How to Make Your own Transmission Crossmember | A Step by Step Guide

how to make your own transmission crossmember

How to Make Your Own Transmission Crossmember

In the following article, we will examine a step-by-step process for how to make your own transmission crossmember. This is no small task and it takes hands-on experience in craftsmanship. For those looking to get into the world of modding cars though, this should be a helpful guide. You’ll probably need to do some surgery when switching gearboxes as well. 

In case you change your gearbox, maybe for a five-speed item or as part of an entire drivetrain swap, you will need to modify the crossmember. But why modify it when you can build a custom-made item? There are simple designs that use readily available polyurethane bushings to provide both a solid and flexible mounting point.

Round and oval tubes work best but you can use just about anything, even if it comes from the scrap bin, which makes it super affordable. Before starting, you need to purchase a set of Superflex bushings.

Some alloy spacers are also necessary to align the crossmember ends when welding. Custom-made is ideal, but if you do not have access to a lathe, you’ll have to improvise with some large spacer washers and clamp everything up tight so that it won’t move.

The Step-By-Step Process

  1. Ensure that there is something to fix the crossmember to. On some cars, the central crossmember will be directly in line, but if yours isn’t then you need to come off the chassis rails and floor with some box section.
  2. Once you’ve determined the mounting position, you need to fabricate the brackets. Ensure that there is adequate clearance all around by working the design out on a card.
  3. After you are satisfied with the design, transfer it to some 3 mm steel plate. Ensure you lay out four of these to reduce waste and unnecessary cutting.
  4. As it’s 3 mm, you will need to use a hacksaw to cut and shape it. After cutting, clean the edges up with a file or similar tool. Be sure to cut them in pairs so that they match each other.
  5. With the hacksaw you can cut the two pieces of tube, which form the ends of the crossmember. Make sure to measure the width of your bushings.
  6. Drill a couple of holes in the brackets with a 12 mm drill and place two spacers, as described earlier, on either side to locate the tube. Then bolt everything together with the tube centered.
  7. Test the brackets on the car and make any necessary adjustments. Make sure there is clearance all around the crossmember end, as you don’t want it to touch the car.
  8. If you are 100 percent satisfied with the positioning of the brackets, tack them in place. Use plenty of fasteners on both sides to prevent any twisting during welding.
  9. Weld all around the brackets, then remove the crossmember end and repeat on the other side. To ensure adequate penetration, make sure the area you are welding to is clean and rust-free.
  10. Now that both brackets are in place, you can measure the tube length required for the crossmember itself. Give it an extra inch so you can trim it to fit once the first end has been welded on.
  11. After cutting the end at an angle, offer it up to the tube and use a file to shape it to fit snugly. You can mount your tube high, but it may vary depending on the application.
  12. Bolt the end back in place and position the crossmember tube. Next, mark the location of the mounting holes, remove them from the car, and center punch the holes.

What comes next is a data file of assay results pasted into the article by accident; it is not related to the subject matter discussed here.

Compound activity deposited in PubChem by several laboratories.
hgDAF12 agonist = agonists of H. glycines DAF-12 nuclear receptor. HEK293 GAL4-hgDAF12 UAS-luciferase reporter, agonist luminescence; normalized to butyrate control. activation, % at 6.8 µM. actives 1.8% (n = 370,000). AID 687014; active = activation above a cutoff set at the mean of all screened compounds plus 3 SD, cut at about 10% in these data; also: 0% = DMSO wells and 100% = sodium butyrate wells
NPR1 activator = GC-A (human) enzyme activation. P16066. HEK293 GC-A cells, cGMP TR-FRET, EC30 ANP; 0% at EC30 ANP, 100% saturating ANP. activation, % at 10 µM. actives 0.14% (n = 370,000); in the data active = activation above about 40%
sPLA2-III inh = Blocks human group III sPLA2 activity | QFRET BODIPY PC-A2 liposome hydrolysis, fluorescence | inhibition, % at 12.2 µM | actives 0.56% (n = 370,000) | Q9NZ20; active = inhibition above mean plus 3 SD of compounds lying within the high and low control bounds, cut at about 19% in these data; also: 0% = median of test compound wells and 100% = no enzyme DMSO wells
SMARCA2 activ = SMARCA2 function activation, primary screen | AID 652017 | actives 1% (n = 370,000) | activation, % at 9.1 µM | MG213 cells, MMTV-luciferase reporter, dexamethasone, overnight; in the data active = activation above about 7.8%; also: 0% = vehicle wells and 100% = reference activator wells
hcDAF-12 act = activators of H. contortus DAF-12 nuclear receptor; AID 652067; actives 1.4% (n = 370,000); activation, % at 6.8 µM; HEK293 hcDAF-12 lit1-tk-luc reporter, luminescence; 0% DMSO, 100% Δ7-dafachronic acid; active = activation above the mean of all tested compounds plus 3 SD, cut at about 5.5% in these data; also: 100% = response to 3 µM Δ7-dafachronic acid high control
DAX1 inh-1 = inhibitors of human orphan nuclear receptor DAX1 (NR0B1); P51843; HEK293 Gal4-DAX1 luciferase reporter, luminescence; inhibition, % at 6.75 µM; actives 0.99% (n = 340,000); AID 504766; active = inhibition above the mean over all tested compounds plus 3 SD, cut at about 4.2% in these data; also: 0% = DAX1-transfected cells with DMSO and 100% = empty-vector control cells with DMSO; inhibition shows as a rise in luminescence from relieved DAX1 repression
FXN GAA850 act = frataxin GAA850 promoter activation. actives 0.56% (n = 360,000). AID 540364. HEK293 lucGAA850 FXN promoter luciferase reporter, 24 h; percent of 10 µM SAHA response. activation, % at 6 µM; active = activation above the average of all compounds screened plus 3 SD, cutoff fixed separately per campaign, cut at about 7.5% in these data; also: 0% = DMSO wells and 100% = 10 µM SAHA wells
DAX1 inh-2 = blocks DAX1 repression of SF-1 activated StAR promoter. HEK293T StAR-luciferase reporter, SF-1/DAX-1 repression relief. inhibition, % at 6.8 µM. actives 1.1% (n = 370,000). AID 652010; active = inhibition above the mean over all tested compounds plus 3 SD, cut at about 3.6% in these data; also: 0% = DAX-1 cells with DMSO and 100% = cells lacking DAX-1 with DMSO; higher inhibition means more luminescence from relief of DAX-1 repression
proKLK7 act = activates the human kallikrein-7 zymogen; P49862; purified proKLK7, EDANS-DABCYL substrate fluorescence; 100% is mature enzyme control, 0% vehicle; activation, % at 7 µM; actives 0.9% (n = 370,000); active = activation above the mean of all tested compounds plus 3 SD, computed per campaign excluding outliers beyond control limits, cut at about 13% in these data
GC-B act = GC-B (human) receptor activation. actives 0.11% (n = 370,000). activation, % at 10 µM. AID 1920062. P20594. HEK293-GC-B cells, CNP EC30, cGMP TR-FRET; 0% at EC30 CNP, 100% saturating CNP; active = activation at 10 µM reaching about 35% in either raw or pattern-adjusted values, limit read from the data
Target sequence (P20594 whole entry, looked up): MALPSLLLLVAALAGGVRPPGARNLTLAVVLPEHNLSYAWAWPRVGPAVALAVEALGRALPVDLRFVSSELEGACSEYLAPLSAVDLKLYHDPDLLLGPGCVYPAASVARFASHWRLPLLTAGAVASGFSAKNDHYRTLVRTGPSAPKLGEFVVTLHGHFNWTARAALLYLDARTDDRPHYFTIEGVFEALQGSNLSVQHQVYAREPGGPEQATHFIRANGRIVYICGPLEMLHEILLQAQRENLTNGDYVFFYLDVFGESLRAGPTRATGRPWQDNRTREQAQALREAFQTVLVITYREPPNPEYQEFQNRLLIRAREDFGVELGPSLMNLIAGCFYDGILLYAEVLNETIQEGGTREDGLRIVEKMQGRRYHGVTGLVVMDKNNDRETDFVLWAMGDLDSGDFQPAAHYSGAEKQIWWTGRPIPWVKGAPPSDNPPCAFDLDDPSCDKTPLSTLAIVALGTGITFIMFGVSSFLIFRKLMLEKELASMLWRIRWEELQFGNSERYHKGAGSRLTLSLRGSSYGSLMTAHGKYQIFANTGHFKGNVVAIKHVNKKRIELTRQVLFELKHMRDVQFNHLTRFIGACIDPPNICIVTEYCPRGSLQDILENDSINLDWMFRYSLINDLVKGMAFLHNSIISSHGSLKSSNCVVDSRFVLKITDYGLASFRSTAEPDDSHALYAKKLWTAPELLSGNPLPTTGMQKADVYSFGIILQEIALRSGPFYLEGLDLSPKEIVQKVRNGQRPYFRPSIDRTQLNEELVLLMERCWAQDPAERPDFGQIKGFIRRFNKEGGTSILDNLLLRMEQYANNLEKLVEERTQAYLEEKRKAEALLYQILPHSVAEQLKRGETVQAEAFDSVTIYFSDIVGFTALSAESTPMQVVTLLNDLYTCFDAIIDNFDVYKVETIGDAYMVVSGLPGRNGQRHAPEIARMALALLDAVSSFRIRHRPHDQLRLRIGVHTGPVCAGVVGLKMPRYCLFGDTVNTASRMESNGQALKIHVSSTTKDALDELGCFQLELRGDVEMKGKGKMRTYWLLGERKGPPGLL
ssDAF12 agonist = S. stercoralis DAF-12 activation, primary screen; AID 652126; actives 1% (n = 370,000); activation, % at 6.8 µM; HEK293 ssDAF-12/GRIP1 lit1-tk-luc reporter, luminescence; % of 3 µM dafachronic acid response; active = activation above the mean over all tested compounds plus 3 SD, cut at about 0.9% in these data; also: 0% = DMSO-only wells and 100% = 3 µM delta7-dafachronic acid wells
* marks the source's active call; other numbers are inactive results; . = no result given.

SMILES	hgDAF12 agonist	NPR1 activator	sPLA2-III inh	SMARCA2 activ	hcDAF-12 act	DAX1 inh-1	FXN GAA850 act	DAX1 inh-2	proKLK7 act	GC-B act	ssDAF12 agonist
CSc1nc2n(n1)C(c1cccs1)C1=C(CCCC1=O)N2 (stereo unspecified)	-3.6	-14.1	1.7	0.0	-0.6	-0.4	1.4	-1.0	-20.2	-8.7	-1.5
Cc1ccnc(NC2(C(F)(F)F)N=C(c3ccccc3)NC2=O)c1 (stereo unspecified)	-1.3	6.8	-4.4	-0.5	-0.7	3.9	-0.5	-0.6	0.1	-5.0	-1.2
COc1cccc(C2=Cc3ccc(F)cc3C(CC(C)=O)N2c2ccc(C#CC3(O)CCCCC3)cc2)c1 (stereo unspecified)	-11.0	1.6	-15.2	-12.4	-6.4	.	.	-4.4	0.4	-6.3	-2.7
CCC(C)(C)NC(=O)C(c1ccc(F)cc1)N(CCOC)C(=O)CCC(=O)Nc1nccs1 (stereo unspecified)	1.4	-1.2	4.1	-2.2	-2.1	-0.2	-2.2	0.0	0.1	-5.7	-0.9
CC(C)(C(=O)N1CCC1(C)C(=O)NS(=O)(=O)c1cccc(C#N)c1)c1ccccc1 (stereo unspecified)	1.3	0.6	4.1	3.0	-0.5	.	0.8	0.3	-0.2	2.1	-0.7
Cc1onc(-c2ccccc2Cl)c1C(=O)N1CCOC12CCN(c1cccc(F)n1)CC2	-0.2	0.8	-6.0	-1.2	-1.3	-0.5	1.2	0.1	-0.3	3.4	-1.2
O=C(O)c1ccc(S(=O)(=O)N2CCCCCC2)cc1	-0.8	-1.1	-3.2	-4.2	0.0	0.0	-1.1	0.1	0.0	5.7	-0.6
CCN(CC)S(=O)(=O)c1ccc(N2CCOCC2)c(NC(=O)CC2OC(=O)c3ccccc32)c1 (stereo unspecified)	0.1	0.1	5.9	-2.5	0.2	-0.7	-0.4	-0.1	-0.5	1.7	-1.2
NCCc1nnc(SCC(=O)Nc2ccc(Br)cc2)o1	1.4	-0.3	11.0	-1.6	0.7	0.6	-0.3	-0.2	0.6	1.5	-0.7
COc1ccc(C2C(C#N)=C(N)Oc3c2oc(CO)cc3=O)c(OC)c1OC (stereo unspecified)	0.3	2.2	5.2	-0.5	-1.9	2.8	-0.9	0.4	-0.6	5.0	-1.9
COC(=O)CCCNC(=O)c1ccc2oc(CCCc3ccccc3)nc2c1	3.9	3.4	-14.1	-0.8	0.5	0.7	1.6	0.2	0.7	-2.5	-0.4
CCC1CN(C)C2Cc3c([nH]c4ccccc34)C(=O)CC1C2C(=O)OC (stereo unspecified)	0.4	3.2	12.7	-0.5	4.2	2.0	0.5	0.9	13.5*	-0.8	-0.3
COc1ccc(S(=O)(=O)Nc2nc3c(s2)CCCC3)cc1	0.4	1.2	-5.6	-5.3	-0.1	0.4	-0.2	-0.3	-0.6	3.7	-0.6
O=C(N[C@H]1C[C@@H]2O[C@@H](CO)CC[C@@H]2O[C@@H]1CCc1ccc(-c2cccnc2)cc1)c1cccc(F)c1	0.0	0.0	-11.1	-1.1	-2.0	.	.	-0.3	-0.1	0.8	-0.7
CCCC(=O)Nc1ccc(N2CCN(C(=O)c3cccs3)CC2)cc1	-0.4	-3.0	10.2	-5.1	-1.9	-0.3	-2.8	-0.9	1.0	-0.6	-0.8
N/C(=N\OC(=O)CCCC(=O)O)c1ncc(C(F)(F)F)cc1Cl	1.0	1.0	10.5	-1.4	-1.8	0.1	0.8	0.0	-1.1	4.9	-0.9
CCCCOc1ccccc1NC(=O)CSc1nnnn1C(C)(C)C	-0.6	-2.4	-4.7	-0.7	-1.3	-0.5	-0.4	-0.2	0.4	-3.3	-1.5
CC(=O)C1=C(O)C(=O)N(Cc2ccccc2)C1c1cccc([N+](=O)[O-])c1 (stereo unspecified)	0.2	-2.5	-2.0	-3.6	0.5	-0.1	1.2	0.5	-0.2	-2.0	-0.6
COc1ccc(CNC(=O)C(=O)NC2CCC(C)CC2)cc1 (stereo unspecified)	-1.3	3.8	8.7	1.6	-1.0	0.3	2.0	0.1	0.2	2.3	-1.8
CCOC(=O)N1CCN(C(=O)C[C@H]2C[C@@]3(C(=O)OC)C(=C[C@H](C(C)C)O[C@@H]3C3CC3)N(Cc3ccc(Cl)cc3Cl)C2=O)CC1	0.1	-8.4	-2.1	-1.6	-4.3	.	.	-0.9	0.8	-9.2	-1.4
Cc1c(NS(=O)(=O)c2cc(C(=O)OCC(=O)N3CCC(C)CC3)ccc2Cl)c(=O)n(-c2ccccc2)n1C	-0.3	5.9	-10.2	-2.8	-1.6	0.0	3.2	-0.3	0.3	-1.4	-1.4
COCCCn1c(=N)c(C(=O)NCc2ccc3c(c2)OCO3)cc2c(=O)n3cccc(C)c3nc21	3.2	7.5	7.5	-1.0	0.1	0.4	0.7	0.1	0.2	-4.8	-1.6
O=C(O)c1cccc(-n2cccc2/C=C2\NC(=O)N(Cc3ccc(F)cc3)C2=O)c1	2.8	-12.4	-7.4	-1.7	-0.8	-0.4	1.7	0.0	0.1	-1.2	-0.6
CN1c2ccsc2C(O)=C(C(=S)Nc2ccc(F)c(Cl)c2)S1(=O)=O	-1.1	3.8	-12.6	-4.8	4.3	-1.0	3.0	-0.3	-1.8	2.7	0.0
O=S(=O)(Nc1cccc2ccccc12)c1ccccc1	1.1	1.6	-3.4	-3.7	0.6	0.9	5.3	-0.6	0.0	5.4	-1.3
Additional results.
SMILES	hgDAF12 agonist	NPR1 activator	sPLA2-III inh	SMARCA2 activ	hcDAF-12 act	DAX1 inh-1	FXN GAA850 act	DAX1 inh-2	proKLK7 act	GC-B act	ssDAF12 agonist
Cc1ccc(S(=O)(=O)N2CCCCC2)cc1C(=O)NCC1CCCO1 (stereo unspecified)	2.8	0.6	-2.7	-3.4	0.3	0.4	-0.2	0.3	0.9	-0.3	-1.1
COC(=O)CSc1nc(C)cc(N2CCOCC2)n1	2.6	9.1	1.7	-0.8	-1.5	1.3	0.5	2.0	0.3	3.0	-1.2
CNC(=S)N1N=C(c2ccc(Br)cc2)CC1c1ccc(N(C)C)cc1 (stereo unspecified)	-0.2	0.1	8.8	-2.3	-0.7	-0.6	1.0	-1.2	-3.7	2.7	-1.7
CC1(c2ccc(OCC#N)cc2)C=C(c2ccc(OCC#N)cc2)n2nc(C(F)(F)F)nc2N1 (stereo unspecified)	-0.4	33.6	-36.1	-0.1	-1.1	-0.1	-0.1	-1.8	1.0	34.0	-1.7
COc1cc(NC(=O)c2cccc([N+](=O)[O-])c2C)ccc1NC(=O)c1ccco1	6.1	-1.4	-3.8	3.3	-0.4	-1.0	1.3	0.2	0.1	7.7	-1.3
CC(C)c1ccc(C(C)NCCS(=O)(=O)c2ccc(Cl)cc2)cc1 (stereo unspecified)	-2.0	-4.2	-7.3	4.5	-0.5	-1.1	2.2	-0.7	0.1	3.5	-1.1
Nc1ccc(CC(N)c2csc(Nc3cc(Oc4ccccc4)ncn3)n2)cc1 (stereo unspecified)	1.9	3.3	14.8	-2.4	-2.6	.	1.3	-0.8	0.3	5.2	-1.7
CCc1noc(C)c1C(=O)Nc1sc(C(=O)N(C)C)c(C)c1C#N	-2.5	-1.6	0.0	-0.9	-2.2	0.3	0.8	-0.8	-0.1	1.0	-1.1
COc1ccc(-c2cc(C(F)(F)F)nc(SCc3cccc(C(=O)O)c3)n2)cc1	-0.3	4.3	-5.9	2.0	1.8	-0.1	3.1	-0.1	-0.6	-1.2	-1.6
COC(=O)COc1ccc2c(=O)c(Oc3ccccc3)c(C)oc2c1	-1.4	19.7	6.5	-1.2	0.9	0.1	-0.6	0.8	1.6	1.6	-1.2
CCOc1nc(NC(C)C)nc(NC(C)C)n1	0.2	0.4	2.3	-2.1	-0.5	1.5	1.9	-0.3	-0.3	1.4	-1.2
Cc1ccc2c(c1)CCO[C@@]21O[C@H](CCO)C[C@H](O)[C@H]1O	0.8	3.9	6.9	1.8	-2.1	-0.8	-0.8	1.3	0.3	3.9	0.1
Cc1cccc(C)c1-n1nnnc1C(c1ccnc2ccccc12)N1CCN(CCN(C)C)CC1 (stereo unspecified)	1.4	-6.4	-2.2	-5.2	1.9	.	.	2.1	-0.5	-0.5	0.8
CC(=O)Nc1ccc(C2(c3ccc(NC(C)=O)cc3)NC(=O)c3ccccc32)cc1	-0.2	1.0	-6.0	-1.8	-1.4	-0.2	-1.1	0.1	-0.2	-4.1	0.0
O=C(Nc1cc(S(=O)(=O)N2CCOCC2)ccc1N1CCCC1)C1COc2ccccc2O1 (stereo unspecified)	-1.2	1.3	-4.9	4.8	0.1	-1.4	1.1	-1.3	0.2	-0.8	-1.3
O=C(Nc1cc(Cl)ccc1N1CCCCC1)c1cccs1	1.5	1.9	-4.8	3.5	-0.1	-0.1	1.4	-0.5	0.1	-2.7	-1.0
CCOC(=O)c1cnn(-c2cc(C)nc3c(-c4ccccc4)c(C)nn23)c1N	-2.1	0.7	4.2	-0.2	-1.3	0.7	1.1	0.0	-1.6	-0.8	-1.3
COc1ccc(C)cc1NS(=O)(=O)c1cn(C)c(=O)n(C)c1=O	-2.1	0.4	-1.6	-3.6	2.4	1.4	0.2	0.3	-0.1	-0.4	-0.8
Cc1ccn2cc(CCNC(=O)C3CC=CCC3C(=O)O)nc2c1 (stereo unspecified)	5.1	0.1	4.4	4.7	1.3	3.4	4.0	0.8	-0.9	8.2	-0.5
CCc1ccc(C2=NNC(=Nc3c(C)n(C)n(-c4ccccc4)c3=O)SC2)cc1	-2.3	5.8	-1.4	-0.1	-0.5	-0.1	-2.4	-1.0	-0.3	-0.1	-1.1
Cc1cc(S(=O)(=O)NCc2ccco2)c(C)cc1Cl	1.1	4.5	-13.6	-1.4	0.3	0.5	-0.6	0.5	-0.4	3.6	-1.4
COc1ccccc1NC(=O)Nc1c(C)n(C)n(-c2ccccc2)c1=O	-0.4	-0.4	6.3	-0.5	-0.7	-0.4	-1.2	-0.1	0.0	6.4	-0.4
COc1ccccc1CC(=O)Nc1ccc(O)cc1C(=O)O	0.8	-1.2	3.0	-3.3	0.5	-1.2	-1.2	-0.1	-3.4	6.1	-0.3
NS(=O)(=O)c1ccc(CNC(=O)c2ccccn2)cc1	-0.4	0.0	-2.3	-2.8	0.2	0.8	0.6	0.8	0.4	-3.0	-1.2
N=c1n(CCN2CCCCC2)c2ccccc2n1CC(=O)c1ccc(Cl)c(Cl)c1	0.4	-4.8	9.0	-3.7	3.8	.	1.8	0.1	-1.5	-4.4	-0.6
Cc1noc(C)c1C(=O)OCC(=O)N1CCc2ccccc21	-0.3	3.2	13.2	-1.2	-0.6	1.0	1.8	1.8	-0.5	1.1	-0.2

13. To accept some 12 mm tubes, the holes will need to be drilled. Using a pilot drill, drill the whole way through, then drill each side separately with a step drill. This will ensure that they line up.
  14. Make two lengths of the tube, insert them into the two holes you drilled, use part of the gearbox support if you still have it, and then weld around the tubes. Take care not to burn them.
  15. We need to cut and dress both tubes after they have been welded in. Because our crossmember is mounting flush with the bottom of the gearbox, they need to be almost flat with the tube.
  16. Having now fitted the crossmember to the car, give it a few fasteners to ensure that it cannot move, and then remove it so that it can be fully seam welded.
  17. On the car, you can fully seam weld the tube end, but make sure to add a few fasteners to the sides you can’t reach while welding to ensure nothing moves.
  18. When it is completely cooled down, it can be fitted with the bushings, which should be a push fit into the tube. A little lubricant may help if your bushings are stiff.
  19. Bushings include a steel tube through which the bolt passes. This tube needs to be pressed into place; use a vice to ensure everything passes through the square.
  20. Bolt the crossmember onto the car and mark the other end of the crossmember. Profile in the same way as before, and then bolt everything back on. Be sure to take your time with the second profile to ensure a snug fit.
  21. Once you are satisfied with everything, fasten it down. Get a secure hold on there as you will need to remove the crossmember to complete the welding.
  22. After it has cooled, install the second bushing and clean up all the welds before painting it. Rather than bolting directly to the gearbox, the crossmember has bushings at the end that cushion the gearbox.

There you have it, a step-by-step process for how to make your own transmission crossmember. This can prove to be challenging and time-consuming, so even if you don’t feel up to the task, don’t give up on your swap dreams. You can buy prebuilt crossmembers at an affordable price, saving you the precious resource of time.

If you’re having trouble choosing the right style crossmember for you project be sure to read more about how to choose the right crossmber.